Its a special time during the year, when those who have served-protecting US and other spaces of international domains-are given the recognition they deserve. Its a times of being able to dedicate one day for those, who have given their lives, and their time, to ensure that future generations have a chance. As we move to honor this day, we are given the opportunity to reflect on the elder populations. Just think about how many veterans are prevalent within that category. Ponder on those, who witnessed the process of sustaining freedom, and what it cost to keep it. Freedom means that someone loses their life in the process. Freedom means that men and women witnessed the lifeless bodies of fellow comrades. And yet, on the battle field, they had to keep going, so that the lives of the fallen were not in vain. People talk about freedom; reflecting upon it. Yet, do the masses of United States citizens understand those, who sacrifice, in order for freedom to continue to ring in US soil? Do we understand the longtime consequences for those who stand up and commit to the charge of fighting for the existence of United States soils? The unfortunate part is that very few do. The current generation of American (US) youth seem to be out of touch with that reality. Its easy to take something for granted when you didn’t have to fight for it. Its easy to be indifferent to basic rights and necessities, in this country; indifferent to the point, where you are docile in ensuring those rights for the next generation.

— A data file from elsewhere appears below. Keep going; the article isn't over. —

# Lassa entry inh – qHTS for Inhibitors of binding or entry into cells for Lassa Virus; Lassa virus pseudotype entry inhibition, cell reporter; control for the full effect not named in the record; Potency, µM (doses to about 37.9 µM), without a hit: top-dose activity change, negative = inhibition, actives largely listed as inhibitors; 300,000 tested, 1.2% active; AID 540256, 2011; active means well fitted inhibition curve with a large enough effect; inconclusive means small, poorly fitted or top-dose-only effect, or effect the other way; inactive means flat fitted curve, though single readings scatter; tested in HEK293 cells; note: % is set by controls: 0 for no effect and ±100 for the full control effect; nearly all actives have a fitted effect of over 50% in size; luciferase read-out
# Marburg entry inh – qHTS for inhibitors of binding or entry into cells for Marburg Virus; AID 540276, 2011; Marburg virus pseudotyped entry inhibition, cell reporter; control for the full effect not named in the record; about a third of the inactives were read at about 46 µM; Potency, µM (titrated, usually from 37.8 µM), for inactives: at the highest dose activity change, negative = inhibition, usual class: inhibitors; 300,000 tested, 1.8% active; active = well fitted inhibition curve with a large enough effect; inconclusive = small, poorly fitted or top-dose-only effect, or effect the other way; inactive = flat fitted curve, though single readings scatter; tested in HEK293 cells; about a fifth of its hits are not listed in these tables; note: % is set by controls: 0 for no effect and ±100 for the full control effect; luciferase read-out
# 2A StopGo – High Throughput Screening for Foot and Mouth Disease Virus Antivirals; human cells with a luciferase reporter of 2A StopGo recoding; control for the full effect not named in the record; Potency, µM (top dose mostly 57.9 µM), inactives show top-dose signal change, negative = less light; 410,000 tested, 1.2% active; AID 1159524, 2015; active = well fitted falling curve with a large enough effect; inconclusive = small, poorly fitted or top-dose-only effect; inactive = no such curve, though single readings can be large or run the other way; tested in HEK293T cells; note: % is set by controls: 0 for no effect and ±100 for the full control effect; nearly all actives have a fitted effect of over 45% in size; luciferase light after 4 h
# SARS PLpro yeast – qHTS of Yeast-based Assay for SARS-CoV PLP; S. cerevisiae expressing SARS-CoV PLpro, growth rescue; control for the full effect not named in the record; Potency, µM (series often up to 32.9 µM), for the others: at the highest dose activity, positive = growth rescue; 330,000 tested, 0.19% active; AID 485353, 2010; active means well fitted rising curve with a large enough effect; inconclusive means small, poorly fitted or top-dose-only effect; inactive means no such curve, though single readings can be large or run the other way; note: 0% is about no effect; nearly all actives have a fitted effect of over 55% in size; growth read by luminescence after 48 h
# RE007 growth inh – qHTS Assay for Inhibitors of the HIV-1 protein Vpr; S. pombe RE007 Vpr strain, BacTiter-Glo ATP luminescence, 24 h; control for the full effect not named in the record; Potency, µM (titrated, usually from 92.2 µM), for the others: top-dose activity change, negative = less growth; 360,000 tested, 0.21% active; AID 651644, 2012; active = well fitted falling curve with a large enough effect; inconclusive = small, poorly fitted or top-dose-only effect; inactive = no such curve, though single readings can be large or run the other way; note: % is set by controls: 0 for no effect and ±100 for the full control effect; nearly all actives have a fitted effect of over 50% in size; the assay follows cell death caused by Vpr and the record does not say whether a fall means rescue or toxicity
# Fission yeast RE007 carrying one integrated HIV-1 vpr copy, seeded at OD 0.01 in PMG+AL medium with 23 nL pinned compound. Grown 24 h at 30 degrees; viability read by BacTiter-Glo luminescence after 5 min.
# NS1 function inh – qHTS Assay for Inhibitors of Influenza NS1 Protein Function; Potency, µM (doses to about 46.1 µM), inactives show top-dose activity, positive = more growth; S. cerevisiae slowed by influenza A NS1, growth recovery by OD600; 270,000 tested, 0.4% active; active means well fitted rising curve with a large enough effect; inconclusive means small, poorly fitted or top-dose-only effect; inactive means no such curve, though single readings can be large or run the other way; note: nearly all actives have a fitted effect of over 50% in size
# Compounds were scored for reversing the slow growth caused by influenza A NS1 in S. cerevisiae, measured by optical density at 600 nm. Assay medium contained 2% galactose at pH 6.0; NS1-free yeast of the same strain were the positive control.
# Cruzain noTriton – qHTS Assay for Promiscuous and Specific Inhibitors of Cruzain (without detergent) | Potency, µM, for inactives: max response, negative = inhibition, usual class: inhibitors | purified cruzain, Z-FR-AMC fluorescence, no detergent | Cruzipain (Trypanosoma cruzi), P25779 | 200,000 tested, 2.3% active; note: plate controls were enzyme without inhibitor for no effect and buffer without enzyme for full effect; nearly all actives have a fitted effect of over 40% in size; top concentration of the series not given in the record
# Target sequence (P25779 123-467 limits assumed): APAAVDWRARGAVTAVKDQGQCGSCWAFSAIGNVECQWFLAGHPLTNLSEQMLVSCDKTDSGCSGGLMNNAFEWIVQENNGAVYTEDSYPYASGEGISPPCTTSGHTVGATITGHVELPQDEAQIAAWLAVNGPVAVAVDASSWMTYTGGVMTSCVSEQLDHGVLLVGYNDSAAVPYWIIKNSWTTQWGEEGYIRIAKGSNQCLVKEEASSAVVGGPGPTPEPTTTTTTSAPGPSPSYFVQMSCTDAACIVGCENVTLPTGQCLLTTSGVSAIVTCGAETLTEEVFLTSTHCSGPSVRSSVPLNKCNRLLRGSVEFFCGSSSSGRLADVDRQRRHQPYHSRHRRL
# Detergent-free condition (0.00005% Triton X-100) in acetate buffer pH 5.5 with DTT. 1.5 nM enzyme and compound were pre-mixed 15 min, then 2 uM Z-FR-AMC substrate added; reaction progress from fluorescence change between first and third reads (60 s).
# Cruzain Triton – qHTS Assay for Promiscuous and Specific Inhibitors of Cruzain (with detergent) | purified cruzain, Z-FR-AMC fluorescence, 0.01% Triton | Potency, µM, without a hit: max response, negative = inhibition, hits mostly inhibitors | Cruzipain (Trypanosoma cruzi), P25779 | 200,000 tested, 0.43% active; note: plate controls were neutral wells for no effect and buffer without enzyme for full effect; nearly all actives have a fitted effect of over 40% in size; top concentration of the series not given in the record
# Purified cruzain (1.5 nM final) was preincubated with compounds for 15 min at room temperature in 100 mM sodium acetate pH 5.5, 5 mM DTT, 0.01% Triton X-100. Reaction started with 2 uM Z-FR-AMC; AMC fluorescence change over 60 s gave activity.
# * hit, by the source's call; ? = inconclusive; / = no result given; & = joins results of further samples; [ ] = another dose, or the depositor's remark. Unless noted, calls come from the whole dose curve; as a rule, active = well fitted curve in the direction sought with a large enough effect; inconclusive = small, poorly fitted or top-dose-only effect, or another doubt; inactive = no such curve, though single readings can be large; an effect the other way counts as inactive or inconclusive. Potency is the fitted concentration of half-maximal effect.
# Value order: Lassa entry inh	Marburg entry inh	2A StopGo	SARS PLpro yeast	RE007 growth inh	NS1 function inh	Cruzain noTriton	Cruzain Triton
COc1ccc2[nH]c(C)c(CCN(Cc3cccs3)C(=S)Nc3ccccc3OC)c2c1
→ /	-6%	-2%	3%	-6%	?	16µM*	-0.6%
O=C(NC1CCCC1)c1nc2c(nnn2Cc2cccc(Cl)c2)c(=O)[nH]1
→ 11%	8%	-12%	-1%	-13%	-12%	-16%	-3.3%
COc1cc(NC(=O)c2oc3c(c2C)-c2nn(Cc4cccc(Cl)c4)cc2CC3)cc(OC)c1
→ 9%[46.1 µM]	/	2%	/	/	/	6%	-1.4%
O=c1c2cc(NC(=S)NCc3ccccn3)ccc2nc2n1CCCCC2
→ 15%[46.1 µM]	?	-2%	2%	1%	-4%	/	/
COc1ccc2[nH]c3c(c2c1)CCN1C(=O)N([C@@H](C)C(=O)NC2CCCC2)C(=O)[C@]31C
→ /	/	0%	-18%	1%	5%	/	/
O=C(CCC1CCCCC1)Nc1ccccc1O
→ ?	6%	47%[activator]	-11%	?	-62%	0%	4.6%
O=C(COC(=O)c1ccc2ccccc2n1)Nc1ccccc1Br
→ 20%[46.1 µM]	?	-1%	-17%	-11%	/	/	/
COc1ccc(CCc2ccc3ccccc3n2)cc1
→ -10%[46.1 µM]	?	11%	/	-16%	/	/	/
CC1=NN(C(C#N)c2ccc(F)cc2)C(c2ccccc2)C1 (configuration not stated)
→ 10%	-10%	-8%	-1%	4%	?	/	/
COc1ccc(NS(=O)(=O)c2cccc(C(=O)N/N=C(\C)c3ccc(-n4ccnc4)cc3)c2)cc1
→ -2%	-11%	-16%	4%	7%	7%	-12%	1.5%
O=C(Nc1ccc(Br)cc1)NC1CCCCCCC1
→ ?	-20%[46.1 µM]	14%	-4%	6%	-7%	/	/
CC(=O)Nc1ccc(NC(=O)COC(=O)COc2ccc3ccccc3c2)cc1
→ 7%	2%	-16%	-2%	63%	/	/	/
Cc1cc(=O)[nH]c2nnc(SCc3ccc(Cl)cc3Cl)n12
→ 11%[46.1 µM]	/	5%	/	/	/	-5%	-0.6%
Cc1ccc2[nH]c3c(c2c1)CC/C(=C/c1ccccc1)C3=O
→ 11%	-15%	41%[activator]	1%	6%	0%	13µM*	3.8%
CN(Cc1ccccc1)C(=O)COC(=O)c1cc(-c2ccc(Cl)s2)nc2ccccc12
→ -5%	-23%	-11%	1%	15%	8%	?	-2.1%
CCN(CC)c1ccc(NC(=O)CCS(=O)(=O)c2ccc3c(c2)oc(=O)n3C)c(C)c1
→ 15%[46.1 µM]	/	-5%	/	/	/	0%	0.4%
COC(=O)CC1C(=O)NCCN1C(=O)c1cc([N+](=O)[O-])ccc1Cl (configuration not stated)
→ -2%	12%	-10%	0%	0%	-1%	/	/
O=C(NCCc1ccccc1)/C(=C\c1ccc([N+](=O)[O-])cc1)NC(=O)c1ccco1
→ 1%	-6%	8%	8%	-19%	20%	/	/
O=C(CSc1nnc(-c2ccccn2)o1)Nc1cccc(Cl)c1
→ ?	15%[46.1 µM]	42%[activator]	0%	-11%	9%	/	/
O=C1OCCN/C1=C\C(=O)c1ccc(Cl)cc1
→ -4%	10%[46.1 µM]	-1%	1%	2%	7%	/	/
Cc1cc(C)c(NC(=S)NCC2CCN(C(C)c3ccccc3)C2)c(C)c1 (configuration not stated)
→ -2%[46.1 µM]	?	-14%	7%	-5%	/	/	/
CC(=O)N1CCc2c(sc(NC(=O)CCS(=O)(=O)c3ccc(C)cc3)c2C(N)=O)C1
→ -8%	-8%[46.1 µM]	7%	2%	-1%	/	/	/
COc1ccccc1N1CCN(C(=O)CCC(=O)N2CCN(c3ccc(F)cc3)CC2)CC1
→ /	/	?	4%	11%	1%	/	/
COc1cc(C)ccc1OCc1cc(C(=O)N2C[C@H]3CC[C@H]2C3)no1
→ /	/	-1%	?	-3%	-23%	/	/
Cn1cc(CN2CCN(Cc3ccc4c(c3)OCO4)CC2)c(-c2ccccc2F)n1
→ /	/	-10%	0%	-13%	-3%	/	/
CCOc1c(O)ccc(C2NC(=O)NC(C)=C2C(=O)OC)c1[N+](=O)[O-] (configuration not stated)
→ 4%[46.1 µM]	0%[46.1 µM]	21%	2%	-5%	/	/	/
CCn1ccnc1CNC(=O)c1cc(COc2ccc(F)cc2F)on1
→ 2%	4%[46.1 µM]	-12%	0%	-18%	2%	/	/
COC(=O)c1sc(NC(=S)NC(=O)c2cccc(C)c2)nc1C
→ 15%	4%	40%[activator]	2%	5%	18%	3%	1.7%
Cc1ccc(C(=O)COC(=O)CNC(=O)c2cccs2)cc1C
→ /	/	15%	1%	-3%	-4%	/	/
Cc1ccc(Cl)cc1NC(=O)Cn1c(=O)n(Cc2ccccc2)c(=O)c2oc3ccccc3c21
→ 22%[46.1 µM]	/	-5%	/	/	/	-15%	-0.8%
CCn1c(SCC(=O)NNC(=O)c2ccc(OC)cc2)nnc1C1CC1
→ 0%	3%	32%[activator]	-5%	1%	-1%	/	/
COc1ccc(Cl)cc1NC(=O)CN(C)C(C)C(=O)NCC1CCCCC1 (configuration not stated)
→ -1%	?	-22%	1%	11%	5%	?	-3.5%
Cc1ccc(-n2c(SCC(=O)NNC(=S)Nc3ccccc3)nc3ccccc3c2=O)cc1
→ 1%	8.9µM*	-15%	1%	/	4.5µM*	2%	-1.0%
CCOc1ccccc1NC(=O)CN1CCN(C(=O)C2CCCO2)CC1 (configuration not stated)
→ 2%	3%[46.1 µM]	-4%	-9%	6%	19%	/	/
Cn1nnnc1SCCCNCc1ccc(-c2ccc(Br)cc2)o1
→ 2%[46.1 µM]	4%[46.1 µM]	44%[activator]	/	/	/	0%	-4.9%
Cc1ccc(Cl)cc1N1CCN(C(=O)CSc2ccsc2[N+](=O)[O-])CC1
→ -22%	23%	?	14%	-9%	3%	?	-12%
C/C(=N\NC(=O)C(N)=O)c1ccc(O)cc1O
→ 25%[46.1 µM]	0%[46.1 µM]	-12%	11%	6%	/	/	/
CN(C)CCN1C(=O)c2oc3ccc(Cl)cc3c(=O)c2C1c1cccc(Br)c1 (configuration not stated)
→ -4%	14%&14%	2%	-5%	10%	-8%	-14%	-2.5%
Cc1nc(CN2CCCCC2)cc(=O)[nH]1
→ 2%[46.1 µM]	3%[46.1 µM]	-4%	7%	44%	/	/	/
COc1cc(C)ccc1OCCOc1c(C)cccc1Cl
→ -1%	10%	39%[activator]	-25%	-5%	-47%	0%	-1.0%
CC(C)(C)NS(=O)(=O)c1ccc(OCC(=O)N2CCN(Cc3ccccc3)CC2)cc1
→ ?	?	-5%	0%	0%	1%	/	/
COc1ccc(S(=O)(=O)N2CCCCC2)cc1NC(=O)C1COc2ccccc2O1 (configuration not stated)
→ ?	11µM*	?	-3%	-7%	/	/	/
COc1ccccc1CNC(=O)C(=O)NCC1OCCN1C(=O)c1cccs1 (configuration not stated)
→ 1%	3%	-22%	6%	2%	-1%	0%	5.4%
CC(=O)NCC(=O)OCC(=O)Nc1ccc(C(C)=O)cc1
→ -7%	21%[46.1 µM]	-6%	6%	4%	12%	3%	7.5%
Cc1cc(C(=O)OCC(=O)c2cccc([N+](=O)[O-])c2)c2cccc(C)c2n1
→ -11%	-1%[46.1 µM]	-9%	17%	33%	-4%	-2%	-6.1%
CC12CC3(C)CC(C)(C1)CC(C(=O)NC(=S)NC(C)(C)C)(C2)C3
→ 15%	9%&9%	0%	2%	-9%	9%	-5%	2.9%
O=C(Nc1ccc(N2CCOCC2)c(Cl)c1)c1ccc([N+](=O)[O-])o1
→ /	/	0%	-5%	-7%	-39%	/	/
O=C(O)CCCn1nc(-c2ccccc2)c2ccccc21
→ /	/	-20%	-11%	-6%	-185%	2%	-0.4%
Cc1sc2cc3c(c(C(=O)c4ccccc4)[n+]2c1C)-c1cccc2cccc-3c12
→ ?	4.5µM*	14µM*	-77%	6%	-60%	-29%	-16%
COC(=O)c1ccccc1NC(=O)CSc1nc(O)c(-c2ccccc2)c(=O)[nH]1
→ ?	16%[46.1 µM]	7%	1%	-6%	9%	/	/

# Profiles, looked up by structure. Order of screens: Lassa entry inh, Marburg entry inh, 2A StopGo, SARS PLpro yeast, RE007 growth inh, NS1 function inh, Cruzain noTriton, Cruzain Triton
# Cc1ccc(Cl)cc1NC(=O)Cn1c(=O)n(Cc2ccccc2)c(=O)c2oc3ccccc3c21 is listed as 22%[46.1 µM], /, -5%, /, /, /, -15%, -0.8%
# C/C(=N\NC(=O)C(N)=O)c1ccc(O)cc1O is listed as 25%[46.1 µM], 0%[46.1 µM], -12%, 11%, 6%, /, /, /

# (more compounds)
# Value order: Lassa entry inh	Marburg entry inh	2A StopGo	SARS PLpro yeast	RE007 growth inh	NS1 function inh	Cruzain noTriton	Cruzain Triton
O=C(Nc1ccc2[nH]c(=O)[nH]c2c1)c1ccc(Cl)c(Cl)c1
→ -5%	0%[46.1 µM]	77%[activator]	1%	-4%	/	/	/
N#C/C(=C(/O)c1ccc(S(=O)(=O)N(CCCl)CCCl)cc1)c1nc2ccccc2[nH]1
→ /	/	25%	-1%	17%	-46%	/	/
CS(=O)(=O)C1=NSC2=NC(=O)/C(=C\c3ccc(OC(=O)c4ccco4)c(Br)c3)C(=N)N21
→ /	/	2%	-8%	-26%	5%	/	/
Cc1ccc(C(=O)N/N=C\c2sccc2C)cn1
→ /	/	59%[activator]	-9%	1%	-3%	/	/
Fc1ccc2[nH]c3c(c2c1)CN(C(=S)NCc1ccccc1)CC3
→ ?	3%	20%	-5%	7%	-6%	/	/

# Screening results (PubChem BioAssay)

What people fail to understand about our veterans, is that many continue to live the effects and aftermath of serving their country. From PTSD (post traumatic stress disorder), lost time with friends and loved ones, homelessness, and lack of financial resources, there are many challenges being faced by too many of our veterans.; Edits By Lauren K. Clark; Edits By Lauren K. Clark; Edits By Lauren K. Clark